Couldn’t the president have given his Rose Garden speech about the “shameful” actions in Washington before the vote rather than after?
After giving Begich that drink, Obama should have held a big rally in Ohio. He should have pressed his buddy, Tom Coburn. He should have given his Rose Garden speech before the vote, not after.

Yeah, sure! Those were the tickets!

Dowd seems to have seen a lot of movies, some of her own imagining. That said, it defies comprehension that nonsense like this represents the level of “thinking” which is presented on Sunday morning at our nation’s most famous newspaper.

Dowd has been a cipher for years. More than twenty years ago, Boo was already warning her colleagues about the earlier forms of this creeping inanity.

Twenty years later, Dowd is still there. At our most famous newspaper, this nonsense now counts as “analysis.”

Why can’t Obama be more like Michael Douglas? Rather famously, Maureen Dowd has dated Douglas and Sorkin and she wants to know. But good God:

Obama should have set up a war room, “like they had in The American President.” Our smartest newspaper is so slow they didn’t even make her cut that!


  1. A propos of Bob's previous post, let's see what facts Maureen Dowd omitted:

    1. Although there is widespread support for expanded background checks in general, that doesn't mean there was widespread support for the provisions of this particular bill.

    2. Universal background checks have a built-in civil liberties problem. Implementing those checks would require that any individual be able to get confidential government information on any other individual.

    3. Opponents of the bill are passionate. They tend to think (correctly IMHO) that the goal of the other side is to take away their guns, not just to improve safety. For that reason, gun supporters tend to oppose any new gun regulations.

    4. Supporters of the bill tend to hold weak opinions. They're generally happy to see some sort of increased regulation, but they don't believe this particular bill would help much.

    5. Even if the bill had passed the Senate, it's likely that the House would have voted it down. Red state Senators may have been unwilling to commit political suicide for a bill that wouldn't even become law.

    BTW while the NRA does a good job of focusing the anti-gun control faction, they wouldn't be effective if there weren't a large, passionate anti-gun control faction. It's the existance of this faction, not just the skills of the NRA, that make it hard to pass increased gun control.

    1. What I find amazing is that these senators and their constituents aren't supposed to count.

      The claim seems to be that their states are rife with voters favoring background checks, but these cats are too afraid to vote the people's will.

      Well. If that's the case, let them be voted out of office.

      As usual, all this is predicated on the assumption...more than assumption, really...doctrinal certainty...that there can be no other principled stance.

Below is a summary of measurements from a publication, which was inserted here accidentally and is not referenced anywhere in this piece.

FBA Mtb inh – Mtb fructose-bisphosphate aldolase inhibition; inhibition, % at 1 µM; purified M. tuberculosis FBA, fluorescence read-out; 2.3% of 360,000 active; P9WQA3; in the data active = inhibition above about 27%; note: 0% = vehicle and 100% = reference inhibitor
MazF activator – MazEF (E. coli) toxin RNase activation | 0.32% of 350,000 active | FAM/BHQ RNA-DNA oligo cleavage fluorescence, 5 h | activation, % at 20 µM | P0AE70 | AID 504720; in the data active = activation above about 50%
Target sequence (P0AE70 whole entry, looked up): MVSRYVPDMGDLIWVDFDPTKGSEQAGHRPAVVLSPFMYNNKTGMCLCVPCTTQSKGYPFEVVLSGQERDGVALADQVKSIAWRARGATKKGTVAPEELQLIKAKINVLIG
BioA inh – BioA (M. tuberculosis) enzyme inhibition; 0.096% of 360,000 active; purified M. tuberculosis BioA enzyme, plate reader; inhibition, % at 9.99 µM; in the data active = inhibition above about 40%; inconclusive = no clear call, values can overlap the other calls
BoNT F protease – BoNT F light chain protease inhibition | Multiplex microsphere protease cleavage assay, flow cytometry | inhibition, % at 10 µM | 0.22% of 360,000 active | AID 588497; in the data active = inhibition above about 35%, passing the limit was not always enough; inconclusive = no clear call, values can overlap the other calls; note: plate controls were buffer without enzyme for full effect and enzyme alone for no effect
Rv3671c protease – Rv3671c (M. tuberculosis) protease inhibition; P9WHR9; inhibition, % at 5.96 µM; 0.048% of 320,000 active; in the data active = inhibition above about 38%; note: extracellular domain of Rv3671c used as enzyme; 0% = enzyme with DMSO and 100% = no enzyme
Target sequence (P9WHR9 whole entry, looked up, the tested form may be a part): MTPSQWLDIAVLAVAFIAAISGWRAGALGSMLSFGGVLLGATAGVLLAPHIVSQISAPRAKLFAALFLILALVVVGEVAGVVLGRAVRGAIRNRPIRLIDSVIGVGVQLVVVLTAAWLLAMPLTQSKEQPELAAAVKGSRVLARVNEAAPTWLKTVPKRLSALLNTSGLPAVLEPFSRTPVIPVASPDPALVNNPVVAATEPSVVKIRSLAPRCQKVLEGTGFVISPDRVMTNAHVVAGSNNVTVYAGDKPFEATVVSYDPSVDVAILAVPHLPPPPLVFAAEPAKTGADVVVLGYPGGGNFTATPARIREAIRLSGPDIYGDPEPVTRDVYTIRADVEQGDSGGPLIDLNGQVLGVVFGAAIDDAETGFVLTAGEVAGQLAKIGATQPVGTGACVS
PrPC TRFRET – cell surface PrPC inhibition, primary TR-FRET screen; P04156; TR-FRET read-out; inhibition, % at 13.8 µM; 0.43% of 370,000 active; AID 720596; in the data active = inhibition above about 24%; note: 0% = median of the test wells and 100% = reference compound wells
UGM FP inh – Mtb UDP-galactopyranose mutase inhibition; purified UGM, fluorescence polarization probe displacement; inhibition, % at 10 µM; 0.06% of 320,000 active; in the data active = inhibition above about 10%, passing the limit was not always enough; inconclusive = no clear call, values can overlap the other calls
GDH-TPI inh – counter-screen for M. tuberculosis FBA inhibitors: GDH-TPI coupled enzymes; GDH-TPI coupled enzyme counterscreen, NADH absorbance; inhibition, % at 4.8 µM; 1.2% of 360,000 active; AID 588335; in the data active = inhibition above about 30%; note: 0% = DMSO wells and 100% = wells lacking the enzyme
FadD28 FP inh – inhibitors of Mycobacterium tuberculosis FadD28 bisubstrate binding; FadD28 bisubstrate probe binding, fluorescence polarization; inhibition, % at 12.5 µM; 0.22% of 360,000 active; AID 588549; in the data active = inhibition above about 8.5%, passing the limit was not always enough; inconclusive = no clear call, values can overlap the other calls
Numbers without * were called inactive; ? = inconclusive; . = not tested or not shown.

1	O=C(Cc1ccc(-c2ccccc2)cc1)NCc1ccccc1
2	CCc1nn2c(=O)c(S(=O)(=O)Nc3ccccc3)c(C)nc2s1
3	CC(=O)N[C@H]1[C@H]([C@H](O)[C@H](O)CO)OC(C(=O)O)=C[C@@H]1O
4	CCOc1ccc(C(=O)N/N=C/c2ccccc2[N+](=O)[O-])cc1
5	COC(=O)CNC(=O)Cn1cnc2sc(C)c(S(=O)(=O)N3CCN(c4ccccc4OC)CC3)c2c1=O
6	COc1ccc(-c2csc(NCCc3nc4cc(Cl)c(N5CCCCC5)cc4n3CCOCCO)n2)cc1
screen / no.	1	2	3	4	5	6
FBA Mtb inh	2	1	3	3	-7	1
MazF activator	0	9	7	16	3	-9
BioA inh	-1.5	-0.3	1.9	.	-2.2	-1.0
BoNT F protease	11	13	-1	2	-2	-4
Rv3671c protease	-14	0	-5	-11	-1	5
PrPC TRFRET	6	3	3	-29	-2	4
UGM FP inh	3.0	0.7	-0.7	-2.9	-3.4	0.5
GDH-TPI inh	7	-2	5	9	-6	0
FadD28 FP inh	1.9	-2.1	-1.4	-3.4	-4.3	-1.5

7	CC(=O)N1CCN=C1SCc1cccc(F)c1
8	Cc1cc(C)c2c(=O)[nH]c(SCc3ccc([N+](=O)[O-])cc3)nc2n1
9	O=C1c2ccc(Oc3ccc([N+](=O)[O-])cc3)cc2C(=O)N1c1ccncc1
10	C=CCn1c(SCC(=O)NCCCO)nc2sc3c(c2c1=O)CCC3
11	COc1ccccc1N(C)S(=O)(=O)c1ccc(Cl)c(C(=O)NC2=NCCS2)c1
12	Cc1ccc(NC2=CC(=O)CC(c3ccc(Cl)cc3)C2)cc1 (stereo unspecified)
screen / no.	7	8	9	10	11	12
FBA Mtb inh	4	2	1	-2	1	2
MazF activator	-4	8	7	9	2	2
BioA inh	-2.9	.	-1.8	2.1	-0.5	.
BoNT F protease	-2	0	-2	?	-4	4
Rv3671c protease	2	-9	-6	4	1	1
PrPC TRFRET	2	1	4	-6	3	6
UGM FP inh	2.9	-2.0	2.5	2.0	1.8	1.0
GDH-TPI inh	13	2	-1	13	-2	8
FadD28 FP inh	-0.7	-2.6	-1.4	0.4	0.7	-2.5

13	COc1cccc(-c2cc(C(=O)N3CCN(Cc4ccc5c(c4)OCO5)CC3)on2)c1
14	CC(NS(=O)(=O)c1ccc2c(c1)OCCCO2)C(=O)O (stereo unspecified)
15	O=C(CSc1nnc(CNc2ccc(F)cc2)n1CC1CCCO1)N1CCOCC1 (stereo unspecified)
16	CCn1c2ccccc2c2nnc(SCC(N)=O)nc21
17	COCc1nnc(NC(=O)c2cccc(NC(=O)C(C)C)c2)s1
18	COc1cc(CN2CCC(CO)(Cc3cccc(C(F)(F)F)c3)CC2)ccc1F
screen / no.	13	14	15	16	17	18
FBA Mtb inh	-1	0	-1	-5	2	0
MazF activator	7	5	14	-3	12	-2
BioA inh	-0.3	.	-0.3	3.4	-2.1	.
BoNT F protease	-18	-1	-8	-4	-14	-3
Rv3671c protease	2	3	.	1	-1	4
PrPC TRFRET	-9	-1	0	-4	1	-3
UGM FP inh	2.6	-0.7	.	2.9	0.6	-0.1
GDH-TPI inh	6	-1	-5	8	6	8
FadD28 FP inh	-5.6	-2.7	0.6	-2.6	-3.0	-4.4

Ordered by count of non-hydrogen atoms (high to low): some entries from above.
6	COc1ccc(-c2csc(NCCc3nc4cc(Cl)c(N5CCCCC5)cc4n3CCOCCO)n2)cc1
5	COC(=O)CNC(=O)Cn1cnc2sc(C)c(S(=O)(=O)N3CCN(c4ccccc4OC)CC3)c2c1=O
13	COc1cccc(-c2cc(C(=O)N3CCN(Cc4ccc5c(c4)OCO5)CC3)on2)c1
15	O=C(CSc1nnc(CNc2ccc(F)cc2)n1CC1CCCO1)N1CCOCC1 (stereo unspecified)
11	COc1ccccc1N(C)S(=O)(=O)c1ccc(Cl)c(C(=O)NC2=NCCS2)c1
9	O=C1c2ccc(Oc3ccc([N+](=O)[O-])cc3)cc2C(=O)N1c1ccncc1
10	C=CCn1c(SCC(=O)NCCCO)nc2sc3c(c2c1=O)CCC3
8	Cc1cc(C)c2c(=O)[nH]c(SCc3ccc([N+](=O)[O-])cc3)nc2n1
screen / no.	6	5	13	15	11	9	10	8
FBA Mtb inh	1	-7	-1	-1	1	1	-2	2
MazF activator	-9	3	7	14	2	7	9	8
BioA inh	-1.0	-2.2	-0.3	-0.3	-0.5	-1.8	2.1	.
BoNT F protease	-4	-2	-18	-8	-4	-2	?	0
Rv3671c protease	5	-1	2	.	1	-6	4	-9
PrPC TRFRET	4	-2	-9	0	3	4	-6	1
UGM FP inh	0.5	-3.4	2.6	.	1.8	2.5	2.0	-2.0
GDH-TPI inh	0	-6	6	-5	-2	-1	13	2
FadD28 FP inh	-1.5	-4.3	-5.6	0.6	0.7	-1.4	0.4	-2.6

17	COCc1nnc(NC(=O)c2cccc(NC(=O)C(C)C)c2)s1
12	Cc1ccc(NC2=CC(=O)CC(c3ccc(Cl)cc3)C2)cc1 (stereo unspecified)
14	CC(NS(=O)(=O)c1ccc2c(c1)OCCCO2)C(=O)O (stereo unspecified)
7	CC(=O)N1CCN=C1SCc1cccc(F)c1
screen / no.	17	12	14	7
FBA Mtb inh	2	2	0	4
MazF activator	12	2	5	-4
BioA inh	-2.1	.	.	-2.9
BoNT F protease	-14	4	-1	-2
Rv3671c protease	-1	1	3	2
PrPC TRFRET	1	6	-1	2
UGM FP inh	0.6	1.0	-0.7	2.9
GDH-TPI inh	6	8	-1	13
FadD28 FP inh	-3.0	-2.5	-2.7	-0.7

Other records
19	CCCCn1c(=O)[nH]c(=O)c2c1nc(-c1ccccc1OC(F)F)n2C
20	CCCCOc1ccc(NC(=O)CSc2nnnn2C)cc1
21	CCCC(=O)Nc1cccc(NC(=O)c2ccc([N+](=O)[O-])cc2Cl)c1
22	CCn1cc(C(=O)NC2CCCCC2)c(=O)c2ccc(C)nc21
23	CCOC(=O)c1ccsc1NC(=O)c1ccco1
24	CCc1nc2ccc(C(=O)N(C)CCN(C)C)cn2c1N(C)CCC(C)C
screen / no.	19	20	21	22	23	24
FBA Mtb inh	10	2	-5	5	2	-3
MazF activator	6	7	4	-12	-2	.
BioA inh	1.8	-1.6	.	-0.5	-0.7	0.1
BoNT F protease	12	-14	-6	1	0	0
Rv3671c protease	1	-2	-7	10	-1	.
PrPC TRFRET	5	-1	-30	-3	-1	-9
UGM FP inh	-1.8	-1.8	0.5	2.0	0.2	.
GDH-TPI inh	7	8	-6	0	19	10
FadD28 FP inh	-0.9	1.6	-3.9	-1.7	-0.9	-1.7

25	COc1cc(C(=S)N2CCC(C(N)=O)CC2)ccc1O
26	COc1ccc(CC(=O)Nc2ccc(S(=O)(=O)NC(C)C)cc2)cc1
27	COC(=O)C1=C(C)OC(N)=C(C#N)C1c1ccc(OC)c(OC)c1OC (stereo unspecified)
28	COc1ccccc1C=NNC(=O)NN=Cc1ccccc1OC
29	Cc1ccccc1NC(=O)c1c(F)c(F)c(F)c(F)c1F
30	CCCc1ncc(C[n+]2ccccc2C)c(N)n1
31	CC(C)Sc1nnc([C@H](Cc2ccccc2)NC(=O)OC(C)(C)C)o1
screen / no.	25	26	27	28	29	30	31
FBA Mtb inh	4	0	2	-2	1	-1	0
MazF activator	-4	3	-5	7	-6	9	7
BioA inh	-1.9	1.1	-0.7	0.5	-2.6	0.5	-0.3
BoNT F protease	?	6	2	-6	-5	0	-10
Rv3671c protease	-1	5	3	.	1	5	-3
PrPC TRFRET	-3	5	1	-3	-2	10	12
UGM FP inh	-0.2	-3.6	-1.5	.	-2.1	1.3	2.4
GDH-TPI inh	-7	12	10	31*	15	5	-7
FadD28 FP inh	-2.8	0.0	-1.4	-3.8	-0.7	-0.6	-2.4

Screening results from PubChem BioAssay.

You combine this with the 90% claim and you've got the making of dissenters as being ant-democratic....cowards...sell-outs...etc... as if no one else' opinion should count.

      According to a poll, 75% of the public thinks that voters should show some sort of ID at the polls.


      Will that argument be enough to convince Dems to support it, or will they evoke a higher principle they argue prevents govt over-reach in what is a Constitutional right?

      Frankly, I am sick to death of the cartoon planet caricatures and political dogma that is the norm these days.

      Take your "all or nothing" mentality back to playground. It's a hell of a lot more tolerable from 5 year olds.

  2. My vote is for #5!

    "Even if the bill had passed the Senate, it's likely that the House would have voted it down. Red state Senators may have been unwilling to commit political suicide for a bill that wouldn't even become law."

    It is amazing how many people with high NAEP scores overlook this simple fact.

  3. Dowd's column was so simplistic, superficial, unrealistic and just plain idiotic that I had to check twice to make sure I wasn't reading Tom Friedman.

    1. Good point, Anon. Maureen Dowd's "hand the Senator a drink" approach to political persuasion is even dumber than Friedman's "create your own job" approach to mass unemployment.

    2. In an average column, Friedman is better than Dowd. His columns at least try to address real subjects, whereas Dowd's represent an endless series of calling other people weak, foolish, and stupid, disguised as wit. Granted, making this point is like arguing a dwarf is taller than a hobbit, but still, it ought to be said.

  4. I'm going to say, this is only moderately bad Dowd. Yes, the "American President" part is really dumb, but let's let the low blow about Dowd's personal life cancel that out. The rest is kinda dumb, but not completely, including the final bit about Obama waiting to play the shame card after the failure. The rest is somewhat silly, but She's done a lot worse.